- Project Runeberg -  Through Siberia - the land of the future /
140

(1914) [MARC] Author: Fridtjof Nansen Translator: Arthur G. Chater - Tema: Russia
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THROUGH SIBERIA
of its velocity. Thus a river, the velocity of which is
doubled in flood time, has a 64-times greater transport-
ing power. From this it will be easy to understand how
rivers in flood can excavate their beds so forcibly and
carry such quantities of gravel with them.
By this undermining and collapsing of the banks, a
steep slope is formed above the average highest level of
the water, which is sharply marked by a straight line
along the bank. Wherever no fall has recently tåken
place, this slope is overgrown with grass and moss, and
farther south with bushes and small trees.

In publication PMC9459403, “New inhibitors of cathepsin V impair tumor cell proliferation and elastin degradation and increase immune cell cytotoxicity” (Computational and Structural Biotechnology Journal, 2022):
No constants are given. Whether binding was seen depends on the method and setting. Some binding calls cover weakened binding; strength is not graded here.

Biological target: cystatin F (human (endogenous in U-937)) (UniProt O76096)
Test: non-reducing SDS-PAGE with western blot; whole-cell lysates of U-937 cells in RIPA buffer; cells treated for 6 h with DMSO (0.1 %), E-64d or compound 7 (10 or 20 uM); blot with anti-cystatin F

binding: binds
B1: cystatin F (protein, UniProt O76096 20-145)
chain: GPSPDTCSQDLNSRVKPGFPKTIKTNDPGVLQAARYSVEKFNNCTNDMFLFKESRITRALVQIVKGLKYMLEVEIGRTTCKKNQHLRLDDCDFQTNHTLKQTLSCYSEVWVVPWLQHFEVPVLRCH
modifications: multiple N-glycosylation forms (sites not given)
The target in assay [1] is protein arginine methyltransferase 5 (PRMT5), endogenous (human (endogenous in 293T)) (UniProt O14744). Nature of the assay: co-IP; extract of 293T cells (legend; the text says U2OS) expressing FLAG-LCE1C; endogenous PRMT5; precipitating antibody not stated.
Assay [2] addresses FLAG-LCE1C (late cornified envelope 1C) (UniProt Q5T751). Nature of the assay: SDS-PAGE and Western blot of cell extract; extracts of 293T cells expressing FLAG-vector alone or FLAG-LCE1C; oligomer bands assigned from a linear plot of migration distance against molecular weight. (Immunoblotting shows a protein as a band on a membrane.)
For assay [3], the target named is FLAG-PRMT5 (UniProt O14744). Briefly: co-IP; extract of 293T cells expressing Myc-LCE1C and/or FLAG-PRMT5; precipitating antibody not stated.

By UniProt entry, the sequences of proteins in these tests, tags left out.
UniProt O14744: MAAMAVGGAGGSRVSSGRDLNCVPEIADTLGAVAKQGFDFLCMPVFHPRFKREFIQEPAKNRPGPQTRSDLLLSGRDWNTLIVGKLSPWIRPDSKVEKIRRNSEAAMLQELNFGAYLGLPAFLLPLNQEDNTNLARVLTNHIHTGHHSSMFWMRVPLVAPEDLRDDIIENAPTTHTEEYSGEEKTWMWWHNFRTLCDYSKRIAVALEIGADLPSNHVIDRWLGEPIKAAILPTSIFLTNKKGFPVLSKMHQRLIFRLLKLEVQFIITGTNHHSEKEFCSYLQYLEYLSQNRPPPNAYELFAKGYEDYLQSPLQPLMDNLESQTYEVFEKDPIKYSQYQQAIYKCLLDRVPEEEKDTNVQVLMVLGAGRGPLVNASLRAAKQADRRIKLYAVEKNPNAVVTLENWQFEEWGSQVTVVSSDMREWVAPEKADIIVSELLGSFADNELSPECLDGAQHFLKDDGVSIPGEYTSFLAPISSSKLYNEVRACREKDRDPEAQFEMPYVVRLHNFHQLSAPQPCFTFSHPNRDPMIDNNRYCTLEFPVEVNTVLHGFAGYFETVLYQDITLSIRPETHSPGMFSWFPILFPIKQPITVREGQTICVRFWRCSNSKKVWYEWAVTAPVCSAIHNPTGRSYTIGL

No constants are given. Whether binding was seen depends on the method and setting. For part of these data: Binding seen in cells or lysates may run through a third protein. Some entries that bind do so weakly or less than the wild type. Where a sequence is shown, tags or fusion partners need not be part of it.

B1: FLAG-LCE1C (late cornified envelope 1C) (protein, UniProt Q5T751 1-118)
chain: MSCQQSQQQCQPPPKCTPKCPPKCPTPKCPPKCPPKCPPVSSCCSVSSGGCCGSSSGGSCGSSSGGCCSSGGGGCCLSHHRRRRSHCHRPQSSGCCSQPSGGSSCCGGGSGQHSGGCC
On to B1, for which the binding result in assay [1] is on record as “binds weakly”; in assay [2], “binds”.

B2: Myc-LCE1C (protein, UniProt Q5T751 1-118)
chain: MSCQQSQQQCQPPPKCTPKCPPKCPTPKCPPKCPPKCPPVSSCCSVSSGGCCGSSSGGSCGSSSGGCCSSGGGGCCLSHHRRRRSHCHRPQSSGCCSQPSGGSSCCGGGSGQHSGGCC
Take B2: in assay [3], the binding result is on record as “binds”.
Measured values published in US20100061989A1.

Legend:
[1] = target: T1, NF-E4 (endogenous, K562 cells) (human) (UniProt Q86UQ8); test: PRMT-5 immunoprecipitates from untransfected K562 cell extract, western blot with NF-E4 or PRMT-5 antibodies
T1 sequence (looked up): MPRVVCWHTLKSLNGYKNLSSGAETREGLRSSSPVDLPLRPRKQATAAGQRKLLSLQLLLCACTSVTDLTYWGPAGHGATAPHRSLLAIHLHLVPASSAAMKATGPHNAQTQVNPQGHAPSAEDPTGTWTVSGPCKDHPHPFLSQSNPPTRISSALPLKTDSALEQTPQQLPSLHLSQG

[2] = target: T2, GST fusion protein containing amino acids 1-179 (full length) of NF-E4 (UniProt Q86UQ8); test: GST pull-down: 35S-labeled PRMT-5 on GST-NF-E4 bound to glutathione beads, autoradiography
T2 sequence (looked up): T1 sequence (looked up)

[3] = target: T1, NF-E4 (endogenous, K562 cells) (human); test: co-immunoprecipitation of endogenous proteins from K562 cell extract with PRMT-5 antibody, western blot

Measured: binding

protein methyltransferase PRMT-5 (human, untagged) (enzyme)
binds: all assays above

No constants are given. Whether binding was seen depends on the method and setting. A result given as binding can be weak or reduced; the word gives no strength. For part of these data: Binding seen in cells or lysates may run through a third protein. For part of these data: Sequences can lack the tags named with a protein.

Below the sharp high-water line the bank consists
chiefly of bare sand and gravel, and in some places
larger stones, and slopes evenly and smoothly down to
the water’s edge, beyond which there is generally a
shelving, sandy bank far out into the river. But, as
remarked before, there is a great difference between the
east and west banks in this respect. The east side is as
a rule markedly higher and steeper than the west. This,
as I have said, is an effect of the earth’s rotation, and
it is very striking everywhere in the district we are now
going through.
The high east bank in particular is also much scored
and excavated by rain-water and brooks and small rivers,
which have dug channels and little valleys. It is an
extremely instructive model on a small scale of the way
in which erosion takes place in the mountain systems
of the earth. Then, here and there, great landslides
had occurred, through undermining in the spring, and
everything was effaced.
Towards evening, as we were going on up the east side
of the river, a remarkable thing happened. We caught
sight of the first small trees projecting above the side
of a little valley farther in. They were small larches (lariæ
sibirica). There were not many of them. They were
140

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